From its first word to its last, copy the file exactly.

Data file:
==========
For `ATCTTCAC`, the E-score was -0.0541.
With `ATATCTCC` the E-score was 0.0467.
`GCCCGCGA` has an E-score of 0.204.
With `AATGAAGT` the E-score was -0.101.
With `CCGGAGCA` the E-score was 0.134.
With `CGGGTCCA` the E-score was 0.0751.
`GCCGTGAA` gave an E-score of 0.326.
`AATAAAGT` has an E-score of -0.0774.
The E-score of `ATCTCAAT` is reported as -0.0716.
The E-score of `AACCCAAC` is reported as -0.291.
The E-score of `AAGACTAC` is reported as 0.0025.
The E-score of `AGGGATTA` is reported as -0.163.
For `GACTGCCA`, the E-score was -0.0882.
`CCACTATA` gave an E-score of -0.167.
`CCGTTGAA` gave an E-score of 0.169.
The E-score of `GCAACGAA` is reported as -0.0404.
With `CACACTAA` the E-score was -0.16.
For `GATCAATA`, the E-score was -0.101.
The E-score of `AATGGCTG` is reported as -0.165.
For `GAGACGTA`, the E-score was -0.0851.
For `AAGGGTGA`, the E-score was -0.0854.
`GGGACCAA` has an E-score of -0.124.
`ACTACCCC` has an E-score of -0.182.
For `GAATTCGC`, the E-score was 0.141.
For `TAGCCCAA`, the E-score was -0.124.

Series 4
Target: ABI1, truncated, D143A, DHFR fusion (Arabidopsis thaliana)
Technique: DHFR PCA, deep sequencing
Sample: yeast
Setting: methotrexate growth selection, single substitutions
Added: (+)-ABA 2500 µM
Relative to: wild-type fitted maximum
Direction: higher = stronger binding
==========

For `ATCTTCAC`, the E-score was -0.0541.
With `ATATCTCC` the E-score was 0.0467.
`GCCCGCGA` has an E-score of 0.204.
With `AATGAAGT` the E-score was -0.101.
With `CCGGAGCA` the E-score was 0.134.
With `CGGGTCCA` the E-score was 0.0751.
`GCCGTGAA` gave an E-score of 0.326.
`AATAAAGT` has an E-score of -0.0774.
The E-score of `ATCTCAAT` is reported as -0.0716.
The E-score of `AACCCAAC` is reported as -0.291.
The E-score of `AAGACTAC` is reported as 0.0025.
The E-score of `AGGGATTA` is reported as -0.163.
For `GACTGCCA`, the E-score was -0.0882.
`CCACTATA` gave an E-score of -0.167.
`CCGTTGAA` gave an E-score of 0.169.
The E-score of `GCAACGAA` is reported as -0.0404.
With `CACACTAA` the E-score was -0.16.
For `GATCAATA`, the E-score was -0.101.
The E-score of `AATGGCTG` is reported as -0.165.
For `GAGACGTA`, the E-score was -0.0851.
For `AAGGGTGA`, the E-score was -0.0854.
`GGGACCAA` has an E-score of -0.124.
`ACTACCCC` has an E-score of -0.182.
For `GAATTCGC`, the E-score was 0.141.
For `TAGCCCAA`, the E-score was -0.124.

Series 4
Target: ABI1, truncated, D143A, DHFR fusion (Arabidopsis thaliana)
Technique: DHFR PCA, deep sequencing
Sample: yeast
Setting: methotrexate growth selection, single substitutions
Added: (+)-ABA 2500 µM
Relative to: wild-type fitted maximum
Direction: higher = stronger binding